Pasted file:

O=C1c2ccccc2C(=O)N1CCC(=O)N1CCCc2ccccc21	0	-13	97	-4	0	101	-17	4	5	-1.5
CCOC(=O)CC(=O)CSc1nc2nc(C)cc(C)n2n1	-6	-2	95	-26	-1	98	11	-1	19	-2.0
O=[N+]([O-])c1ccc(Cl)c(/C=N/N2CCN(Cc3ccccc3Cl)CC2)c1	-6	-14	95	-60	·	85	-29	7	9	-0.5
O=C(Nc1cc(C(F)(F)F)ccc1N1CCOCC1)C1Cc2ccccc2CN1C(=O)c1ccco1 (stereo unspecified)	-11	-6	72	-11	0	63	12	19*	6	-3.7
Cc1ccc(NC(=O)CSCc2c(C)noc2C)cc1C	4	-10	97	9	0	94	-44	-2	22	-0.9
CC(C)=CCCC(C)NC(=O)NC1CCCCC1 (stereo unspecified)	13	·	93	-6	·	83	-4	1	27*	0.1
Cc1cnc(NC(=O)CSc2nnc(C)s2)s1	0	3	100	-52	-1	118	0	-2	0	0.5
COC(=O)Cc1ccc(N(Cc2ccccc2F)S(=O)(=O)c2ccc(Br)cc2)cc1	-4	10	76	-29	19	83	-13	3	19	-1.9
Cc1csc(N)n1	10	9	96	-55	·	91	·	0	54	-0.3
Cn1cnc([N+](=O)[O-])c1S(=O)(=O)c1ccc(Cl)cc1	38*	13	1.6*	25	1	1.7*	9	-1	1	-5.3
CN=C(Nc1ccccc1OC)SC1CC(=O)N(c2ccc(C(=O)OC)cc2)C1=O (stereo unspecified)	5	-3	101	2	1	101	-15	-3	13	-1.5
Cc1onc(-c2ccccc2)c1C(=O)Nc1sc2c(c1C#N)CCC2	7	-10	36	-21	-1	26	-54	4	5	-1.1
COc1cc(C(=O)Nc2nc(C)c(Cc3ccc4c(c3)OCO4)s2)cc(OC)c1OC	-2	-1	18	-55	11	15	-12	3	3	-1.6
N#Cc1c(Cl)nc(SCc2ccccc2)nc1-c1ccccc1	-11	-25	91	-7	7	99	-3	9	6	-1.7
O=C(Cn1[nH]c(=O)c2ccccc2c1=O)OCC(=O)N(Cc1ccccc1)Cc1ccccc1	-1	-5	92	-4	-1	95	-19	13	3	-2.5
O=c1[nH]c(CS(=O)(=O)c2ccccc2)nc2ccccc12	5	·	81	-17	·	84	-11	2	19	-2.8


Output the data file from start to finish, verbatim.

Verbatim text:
O=C1c2ccccc2C(=O)N1CCC(=O)N1CCCc2ccccc21	0	-13	97	-4	0	101	-17	4	5	-1.5
CCOC(=O)CC(=O)CSc1nc2nc(C)cc(C)n2n1	-6	-2	95	-26	-1	98	11	-1	19	-2.0
O=[N+]([O-])c1ccc(Cl)c(/C=N/N2CCN(Cc3ccccc3Cl)CC2)c1	-6	-14	95	-60	·	85	-29	7	9	-0.5
O=C(Nc1cc(C(F)(F)F)ccc1N1CCOCC1)C1Cc2ccccc2CN1C(=O)c1ccco1 (stereo unspecified)	-11	-6	72	-11	0	63	12	19*	6	-3.7
Cc1ccc(NC(=O)CSCc2c(C)noc2C)cc1C	4	-10	97	9	0	94	-44	-2	22	-0.9
CC(C)=CCCC(C)NC(=O)NC1CCCCC1 (stereo unspecified)	13	·	93	-6	·	83	-4	1	27*	0.1
Cc1cnc(NC(=O)CSc2nnc(C)s2)s1	0	3	100	-52	-1	118	0	-2	0	0.5
COC(=O)Cc1ccc(N(Cc2ccccc2F)S(=O)(=O)c2ccc(Br)cc2)cc1	-4	10	76	-29	19	83	-13	3	19	-1.9
Cc1csc(N)n1	10	9	96	-55	·	91	·	0	54	-0.3
Cn1cnc([N+](=O)[O-])c1S(=O)(=O)c1ccc(Cl)cc1	38*	13	1.6*	25	1	1.7*	9	-1	1	-5.3
CN=C(Nc1ccccc1OC)SC1CC(=O)N(c2ccc(C(=O)OC)cc2)C1=O (stereo unspecified)	5	-3	101	2	1	101	-15	-3	13	-1.5
Cc1onc(-c2ccccc2)c1C(=O)Nc1sc2c(c1C#N)CCC2	7	-10	36	-21	-1	26	-54	4	5	-1.1
COc1cc(C(=O)Nc2nc(C)c(Cc3ccc4c(c3)OCO4)s2)cc(OC)c1OC	-2	-1	18	-55	11	15	-12	3	3	-1.6
N#Cc1c(Cl)nc(SCc2ccccc2)nc1-c1ccccc1	-11	-25	91	-7	7	99	-3	9	6	-1.7
O=C(Cn1[nH]c(=O)c2ccccc2c1=O)OCC(=O)N(Cc1ccccc1)Cc1ccccc1	-1	-5	92	-4	-1	95	-19	13	3	-2.5
O=c1[nH]c(CS(=O)(=O)c2ccccc2)nc2ccccc12	5	·	81	-17	·	84	-11	2	19	-2.8